A slop of water from outside.
He’s making the car shine.
From the kitchen, the smell of onions frying in butter.
She’s making a casserole.
Stephen had never eaten a casserole until he came here, when he was eight years old. Now he’s fourteen, ‘a growing boy’. In the other place it was all scraps and mouldy sandwiches made with whatever was left in the fridge. Here, they won’t stop feeding him. Proper food, she calls it. ‘Let’s get a proper meal inside you,’ as if she can see his emptiness. He’s so empty it hurts.
Food doesn’t help, stretching his stomach until he has to get rid of it to make more room for her, for Marnie. Food just gets in the way.
He’s whistling as he washes the car.
Stephen can hear water running onto the drive. He used to help when he first came here, when he was scared and wanting to please. He’s not scared now. Not of them, not of anything, thanks to her.
He counts the holes in the red wall, starting over.
From the kitchen—
The yellow smell of onions frying, and the slow chunking of the knife.
‘Upgrades . . . Another circle of hell successfully breached.’ Tim Welland gave up the struggle with his phone and set it aside. ‘DS Jake, take a seat.’
Noah did as he was told, puzzling over what had prompted this meeting. First thing in the morning wasn’t Welland’s style any more than it was his, but here he was in the OCU Commander’s office at 7.55 a.m. without a cup of coffee in sight and Welland looking like a double espresso wouldn’t even scratch the surface of his mood.
‘You and DI Rome make a good team.’ He treated Noah to his heaviest stare. ‘That’s the station gossip. But the trouble with station gossip is I wouldn’t stuff my wet shoes with most of it. I want to hear it from you.’
‘We make a good team, sir.’
An easy answer because it was the truth, but where was Welland going with this? Christ, he wasn’t about to hand out a secondment, was he? It was too early in the morning for dodging bullets and Noah liked his job, wanted to keep working with Marnie Rome and the major incident team. Ambition dictated that he took any leg-up on offer, but Welland’s face wasn’t saying leg-up.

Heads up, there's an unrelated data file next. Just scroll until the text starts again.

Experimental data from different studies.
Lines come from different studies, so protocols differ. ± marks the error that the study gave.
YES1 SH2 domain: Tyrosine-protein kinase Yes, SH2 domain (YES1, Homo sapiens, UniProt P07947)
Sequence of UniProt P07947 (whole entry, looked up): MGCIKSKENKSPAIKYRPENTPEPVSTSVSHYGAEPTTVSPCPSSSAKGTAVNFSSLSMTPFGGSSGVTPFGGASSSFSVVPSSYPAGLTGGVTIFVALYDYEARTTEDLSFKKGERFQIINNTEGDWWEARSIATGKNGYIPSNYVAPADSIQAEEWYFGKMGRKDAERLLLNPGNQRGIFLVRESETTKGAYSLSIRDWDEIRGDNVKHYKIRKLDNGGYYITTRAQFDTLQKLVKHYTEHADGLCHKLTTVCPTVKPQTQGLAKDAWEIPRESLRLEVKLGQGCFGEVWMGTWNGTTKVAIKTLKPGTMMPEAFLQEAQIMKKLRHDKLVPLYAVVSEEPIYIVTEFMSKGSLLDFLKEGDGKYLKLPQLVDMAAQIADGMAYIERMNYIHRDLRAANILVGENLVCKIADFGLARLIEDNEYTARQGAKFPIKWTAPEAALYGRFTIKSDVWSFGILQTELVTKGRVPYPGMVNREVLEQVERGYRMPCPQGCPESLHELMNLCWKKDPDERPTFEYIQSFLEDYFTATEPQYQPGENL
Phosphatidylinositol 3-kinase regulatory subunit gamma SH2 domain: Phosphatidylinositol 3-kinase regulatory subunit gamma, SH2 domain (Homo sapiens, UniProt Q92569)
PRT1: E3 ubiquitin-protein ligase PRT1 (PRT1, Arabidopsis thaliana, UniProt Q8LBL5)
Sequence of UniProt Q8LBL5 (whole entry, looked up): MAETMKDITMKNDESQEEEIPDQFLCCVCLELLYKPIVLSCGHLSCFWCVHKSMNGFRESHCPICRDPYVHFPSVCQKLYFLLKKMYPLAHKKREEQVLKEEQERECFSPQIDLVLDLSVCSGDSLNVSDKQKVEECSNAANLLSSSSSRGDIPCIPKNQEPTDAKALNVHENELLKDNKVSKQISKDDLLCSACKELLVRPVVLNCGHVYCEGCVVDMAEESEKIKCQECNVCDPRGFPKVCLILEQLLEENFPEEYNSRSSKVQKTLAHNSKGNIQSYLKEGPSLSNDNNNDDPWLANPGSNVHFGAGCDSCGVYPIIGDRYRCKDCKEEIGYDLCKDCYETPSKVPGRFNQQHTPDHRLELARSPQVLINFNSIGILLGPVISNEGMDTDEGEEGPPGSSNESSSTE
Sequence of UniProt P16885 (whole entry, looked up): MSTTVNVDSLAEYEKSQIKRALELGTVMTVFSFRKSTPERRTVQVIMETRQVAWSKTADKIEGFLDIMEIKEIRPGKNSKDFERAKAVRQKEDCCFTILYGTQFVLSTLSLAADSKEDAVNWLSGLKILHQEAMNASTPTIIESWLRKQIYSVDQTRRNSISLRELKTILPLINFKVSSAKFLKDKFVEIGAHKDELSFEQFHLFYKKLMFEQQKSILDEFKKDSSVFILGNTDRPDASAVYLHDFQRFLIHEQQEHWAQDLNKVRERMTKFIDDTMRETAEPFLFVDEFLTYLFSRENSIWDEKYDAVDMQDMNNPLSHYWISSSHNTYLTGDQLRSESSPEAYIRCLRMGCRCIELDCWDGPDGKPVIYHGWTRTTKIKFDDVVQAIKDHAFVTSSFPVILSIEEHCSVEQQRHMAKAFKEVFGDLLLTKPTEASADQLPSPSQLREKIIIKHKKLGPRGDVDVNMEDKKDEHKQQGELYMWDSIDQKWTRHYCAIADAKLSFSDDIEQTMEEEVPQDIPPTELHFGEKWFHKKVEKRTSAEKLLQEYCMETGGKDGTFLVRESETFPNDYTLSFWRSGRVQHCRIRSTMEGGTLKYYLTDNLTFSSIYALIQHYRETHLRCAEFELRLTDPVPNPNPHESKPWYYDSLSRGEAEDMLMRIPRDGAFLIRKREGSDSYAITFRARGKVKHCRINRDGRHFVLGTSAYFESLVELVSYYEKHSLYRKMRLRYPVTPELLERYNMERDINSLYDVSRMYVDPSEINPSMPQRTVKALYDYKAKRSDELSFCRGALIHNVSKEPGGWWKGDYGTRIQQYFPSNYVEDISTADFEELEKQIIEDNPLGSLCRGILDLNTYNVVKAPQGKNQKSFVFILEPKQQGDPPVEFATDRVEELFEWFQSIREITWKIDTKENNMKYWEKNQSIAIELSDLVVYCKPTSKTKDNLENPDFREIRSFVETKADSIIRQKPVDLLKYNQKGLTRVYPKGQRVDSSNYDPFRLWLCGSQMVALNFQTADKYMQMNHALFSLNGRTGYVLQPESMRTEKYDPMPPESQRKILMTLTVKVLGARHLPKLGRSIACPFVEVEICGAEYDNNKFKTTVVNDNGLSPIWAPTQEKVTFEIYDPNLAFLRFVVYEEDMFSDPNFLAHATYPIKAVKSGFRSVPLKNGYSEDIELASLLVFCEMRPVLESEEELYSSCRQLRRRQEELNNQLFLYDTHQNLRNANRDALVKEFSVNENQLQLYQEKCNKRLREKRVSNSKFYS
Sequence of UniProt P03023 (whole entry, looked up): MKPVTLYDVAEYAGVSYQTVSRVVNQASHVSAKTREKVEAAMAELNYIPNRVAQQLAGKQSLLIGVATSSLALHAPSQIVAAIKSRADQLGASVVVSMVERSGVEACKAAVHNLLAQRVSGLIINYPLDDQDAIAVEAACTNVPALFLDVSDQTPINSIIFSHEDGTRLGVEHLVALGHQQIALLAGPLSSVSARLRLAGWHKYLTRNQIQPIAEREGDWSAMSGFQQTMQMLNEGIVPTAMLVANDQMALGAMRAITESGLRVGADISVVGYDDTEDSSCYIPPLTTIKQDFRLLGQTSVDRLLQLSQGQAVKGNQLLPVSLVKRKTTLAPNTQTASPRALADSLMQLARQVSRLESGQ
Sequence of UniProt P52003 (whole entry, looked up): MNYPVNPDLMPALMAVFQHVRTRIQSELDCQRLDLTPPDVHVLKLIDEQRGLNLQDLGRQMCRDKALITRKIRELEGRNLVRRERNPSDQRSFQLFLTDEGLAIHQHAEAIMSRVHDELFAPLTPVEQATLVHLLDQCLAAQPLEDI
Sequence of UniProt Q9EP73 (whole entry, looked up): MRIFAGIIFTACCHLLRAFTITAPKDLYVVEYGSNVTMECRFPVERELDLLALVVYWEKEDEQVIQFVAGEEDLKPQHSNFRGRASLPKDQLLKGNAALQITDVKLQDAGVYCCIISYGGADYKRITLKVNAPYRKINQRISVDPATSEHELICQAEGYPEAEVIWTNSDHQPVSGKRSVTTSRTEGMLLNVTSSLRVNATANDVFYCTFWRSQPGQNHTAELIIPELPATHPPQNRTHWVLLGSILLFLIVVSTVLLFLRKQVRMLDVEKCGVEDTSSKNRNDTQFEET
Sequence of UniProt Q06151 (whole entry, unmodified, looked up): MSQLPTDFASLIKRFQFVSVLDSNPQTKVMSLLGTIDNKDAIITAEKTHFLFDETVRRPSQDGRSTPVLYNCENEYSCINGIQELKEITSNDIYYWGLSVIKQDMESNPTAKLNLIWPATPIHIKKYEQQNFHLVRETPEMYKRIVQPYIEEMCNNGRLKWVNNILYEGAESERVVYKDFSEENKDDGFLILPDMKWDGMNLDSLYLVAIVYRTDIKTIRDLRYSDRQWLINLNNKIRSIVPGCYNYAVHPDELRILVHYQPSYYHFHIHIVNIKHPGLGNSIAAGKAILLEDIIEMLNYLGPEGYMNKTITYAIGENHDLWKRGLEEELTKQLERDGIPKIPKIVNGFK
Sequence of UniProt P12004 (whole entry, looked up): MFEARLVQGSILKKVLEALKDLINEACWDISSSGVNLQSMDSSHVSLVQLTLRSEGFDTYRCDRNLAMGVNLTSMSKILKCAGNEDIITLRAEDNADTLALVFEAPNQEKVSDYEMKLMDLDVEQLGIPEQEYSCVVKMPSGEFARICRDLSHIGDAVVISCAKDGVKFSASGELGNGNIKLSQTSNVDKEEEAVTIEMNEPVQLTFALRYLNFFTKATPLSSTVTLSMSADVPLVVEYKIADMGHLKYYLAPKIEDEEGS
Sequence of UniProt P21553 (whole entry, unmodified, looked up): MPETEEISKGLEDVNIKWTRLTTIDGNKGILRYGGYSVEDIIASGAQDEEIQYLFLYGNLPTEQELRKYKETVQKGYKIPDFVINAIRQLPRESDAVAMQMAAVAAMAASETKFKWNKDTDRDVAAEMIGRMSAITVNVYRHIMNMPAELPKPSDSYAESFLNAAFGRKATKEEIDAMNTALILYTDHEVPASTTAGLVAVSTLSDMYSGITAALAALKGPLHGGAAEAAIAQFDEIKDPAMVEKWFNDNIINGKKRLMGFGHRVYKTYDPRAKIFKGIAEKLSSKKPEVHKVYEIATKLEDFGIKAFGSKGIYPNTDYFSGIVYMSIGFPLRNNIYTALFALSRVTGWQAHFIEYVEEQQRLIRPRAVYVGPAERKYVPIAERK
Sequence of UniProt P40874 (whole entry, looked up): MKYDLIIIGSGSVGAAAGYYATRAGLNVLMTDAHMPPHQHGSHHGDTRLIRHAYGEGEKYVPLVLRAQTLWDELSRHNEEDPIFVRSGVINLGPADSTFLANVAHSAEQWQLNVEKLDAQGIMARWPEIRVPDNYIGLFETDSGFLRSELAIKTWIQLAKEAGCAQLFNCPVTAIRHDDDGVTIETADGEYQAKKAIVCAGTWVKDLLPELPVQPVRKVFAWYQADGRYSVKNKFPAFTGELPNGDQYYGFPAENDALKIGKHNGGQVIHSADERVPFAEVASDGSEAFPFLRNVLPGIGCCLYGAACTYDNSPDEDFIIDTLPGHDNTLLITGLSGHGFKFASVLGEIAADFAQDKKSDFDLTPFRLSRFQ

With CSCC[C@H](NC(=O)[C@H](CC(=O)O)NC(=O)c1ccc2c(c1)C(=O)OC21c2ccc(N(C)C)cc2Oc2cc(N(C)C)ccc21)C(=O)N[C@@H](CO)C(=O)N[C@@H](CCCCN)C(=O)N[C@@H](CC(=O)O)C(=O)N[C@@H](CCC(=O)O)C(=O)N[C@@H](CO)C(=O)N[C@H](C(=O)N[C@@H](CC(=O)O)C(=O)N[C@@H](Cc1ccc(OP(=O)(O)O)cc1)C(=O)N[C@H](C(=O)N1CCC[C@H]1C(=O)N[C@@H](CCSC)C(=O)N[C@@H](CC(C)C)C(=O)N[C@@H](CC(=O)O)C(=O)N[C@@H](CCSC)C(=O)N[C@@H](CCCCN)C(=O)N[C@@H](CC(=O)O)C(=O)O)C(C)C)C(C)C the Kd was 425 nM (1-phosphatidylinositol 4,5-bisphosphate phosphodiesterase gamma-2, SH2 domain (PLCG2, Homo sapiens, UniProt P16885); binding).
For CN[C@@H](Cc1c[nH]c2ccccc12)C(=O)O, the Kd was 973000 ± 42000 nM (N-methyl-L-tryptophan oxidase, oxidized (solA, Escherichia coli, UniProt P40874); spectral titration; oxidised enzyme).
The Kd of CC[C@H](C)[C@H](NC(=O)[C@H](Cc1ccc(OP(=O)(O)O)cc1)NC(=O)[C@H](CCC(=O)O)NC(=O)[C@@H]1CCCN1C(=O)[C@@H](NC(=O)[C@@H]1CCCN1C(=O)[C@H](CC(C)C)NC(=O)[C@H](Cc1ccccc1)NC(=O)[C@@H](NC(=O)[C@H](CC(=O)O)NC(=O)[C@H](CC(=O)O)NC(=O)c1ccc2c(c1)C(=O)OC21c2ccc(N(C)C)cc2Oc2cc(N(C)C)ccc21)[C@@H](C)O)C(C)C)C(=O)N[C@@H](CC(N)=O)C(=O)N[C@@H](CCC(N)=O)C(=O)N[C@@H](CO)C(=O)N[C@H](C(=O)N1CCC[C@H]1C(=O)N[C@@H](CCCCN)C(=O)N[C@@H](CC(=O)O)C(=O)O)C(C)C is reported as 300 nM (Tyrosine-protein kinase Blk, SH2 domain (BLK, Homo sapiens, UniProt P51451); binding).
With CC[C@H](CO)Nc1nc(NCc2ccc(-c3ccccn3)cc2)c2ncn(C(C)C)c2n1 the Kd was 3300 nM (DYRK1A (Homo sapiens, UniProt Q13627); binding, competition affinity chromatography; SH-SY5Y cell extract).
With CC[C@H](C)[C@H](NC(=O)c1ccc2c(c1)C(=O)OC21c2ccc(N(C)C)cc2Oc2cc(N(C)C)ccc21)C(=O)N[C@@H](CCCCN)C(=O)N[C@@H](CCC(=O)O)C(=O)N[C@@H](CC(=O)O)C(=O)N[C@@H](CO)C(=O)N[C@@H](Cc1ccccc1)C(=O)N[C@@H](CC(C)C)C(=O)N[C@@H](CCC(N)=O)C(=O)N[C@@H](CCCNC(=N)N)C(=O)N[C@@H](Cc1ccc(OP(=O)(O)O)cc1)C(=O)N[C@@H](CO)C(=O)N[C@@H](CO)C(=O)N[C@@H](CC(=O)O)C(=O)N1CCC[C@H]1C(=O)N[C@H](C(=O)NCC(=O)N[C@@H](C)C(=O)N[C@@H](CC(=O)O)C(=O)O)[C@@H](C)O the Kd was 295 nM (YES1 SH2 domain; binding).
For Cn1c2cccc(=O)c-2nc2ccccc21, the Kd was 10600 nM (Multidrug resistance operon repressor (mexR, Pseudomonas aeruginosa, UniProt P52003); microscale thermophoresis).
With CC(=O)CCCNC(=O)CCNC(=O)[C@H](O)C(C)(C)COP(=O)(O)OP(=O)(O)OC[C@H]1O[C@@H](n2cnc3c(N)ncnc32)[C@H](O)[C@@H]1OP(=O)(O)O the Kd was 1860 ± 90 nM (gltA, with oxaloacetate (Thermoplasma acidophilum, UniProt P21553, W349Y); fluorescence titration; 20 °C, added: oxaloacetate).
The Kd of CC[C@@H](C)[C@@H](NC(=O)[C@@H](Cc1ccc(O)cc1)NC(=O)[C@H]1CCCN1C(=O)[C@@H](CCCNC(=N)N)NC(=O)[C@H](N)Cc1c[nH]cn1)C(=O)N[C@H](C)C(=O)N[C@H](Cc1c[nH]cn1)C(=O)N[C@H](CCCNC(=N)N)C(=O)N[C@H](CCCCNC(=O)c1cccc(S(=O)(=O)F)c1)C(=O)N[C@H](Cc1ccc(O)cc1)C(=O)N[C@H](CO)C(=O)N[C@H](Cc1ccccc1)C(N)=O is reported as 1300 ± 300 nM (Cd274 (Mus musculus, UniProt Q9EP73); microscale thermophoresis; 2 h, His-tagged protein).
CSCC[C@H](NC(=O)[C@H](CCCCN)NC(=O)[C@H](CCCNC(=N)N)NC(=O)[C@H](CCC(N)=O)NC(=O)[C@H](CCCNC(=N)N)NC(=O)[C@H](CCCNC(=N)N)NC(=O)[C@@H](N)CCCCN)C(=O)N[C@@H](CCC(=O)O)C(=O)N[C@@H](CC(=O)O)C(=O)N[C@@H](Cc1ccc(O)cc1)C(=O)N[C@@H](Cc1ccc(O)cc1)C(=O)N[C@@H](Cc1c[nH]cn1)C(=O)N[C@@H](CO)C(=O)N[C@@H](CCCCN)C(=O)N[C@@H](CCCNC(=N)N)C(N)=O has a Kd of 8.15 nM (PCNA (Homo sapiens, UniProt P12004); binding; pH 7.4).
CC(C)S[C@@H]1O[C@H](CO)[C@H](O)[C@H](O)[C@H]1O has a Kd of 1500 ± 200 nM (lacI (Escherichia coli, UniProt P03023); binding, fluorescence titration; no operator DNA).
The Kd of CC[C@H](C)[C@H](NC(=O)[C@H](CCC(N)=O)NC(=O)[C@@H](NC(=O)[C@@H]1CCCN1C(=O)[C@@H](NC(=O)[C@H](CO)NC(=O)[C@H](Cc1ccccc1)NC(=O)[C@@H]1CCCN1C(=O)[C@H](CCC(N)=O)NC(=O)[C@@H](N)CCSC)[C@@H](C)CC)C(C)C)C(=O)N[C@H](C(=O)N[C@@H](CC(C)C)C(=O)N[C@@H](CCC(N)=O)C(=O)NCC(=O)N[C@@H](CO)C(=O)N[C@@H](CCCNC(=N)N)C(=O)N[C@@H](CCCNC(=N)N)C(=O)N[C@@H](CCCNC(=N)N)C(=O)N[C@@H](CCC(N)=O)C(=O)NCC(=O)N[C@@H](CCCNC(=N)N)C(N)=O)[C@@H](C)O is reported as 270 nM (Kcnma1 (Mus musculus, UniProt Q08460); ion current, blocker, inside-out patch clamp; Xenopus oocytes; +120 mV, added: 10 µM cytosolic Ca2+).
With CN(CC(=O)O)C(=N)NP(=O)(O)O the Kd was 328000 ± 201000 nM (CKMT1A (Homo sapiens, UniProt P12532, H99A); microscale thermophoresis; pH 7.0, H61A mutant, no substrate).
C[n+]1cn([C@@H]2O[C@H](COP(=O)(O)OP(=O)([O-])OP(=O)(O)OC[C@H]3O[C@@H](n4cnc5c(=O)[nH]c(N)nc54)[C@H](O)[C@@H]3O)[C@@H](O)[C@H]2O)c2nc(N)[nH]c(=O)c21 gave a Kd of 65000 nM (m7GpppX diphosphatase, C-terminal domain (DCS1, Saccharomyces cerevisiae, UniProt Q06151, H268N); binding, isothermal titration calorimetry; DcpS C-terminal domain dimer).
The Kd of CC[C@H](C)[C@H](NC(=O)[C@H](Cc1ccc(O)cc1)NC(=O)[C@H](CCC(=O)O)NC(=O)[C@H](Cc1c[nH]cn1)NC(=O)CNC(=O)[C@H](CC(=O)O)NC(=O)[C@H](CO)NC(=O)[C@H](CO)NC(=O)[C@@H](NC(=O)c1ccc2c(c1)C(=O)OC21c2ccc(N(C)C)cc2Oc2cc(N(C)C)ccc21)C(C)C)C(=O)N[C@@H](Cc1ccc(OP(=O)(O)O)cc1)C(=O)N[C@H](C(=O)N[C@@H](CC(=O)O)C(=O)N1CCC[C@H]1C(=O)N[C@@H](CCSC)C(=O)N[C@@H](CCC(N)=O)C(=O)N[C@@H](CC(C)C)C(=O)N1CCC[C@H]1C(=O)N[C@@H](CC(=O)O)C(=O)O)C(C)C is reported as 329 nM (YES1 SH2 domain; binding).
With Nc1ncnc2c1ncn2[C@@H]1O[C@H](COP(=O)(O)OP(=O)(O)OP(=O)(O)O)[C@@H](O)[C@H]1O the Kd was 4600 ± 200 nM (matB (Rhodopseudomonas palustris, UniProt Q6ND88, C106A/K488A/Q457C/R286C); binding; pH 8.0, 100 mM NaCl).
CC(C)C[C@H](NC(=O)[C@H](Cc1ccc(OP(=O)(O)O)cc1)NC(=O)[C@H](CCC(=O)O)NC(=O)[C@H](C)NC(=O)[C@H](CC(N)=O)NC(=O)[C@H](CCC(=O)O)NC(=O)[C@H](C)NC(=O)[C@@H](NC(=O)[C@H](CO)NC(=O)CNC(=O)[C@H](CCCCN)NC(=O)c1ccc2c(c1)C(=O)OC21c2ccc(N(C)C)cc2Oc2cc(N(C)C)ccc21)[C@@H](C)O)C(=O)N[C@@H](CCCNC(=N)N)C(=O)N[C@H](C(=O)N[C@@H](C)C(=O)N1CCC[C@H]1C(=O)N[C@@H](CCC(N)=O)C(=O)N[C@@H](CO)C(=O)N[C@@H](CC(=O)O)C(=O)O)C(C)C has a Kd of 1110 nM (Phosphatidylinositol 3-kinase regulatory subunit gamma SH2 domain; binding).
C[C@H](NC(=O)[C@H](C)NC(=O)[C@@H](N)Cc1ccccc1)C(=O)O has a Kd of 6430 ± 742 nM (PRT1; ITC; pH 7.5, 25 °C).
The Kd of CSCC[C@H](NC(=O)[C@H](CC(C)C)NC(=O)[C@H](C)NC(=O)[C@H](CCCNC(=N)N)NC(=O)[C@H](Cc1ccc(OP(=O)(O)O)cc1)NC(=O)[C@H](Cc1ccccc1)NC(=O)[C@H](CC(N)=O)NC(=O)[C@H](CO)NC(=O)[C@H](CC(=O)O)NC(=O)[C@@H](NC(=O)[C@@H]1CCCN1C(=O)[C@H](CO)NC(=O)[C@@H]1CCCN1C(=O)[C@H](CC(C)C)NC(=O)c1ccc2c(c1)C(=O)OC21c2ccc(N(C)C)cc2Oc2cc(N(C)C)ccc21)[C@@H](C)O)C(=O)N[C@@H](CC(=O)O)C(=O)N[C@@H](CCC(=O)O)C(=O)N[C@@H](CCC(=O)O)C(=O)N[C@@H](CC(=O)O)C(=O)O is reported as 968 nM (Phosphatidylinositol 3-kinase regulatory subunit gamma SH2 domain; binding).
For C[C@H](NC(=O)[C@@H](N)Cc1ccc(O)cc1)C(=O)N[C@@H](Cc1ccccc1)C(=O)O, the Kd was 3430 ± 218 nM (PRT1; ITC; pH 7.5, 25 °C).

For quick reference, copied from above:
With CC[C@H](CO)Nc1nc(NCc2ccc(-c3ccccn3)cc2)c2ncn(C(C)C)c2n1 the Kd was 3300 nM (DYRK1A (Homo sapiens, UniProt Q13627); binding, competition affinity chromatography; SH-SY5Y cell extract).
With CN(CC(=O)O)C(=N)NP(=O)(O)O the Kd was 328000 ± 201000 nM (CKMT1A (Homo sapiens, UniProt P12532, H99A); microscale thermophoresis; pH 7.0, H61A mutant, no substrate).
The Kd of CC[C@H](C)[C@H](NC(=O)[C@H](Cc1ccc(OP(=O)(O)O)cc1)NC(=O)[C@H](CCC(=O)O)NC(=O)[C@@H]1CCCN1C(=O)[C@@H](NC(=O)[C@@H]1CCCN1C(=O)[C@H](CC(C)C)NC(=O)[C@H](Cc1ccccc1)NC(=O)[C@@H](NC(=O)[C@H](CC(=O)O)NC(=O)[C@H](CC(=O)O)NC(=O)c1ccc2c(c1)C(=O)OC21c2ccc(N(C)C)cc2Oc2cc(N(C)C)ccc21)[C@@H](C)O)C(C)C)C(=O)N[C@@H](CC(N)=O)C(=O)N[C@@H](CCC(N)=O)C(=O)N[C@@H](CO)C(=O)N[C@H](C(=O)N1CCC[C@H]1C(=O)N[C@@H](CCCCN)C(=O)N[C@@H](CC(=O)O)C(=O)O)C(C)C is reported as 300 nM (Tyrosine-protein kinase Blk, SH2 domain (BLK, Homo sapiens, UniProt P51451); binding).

On his desk was a sheet of paper, an incident report. Noah wasn’t equal to the task of reading it upside down while maintaining eye contact.
‘She’s got your back, and you’ve got hers.’ Deep lines were scored either side of Welland’s nose, as if he’d paid to have censure tattooed in place. ‘You’ve found out things about her you didn’t know a year ago. Is that a fair statement?’
‘I . . . Yes, sir.’
‘From the station’s self-appointed agony aunt.’ Touching the taut skin under his eye. ‘DC Tanner.’
This was a disciplinary? Debbie Tanner had pushed her luck, one piece of well-meaning gossip too many. ‘Not just from her.’
‘Remind me to dig out my thermal underwear.’
‘If DI Rome’s sharing secrets then hell must be icing over.’
‘Not . . . secrets. But we did speak a little, about what happened six years ago. Not much, but—’
‘Enough for you to know why I don’t want her anywhere near a case involving this address.’ Welland put his thumb on the incident report and pushed it across the desk. ‘Yes?’
At last. They were getting somewhere. Okay, maybe nowhere good, but—
Noah read the report, his throat tightening. Definitely nowhere good. ‘Yes, sir.’
‘Our victims are in the hospital, not the morgue. Robbery gone wrong. Not a major incident, and not homicide. So. We let Trident take this one.’
‘That makes sense.’ Noah kept his eyes on the paperwork.
Six years ago, Welland had been the first officer on the scene. At Marnie’s old address, her family home. This new crime—
Robbery and assault, two victims in hospital. Alan and Louise Kettridge. Her tenants, Noah guessed. The assault had taken place while he was sleeping with Dan curled at his back, around 1.30 a.m. It’d happened in the house where her parents were killed by her foster brother, Stephen Keele.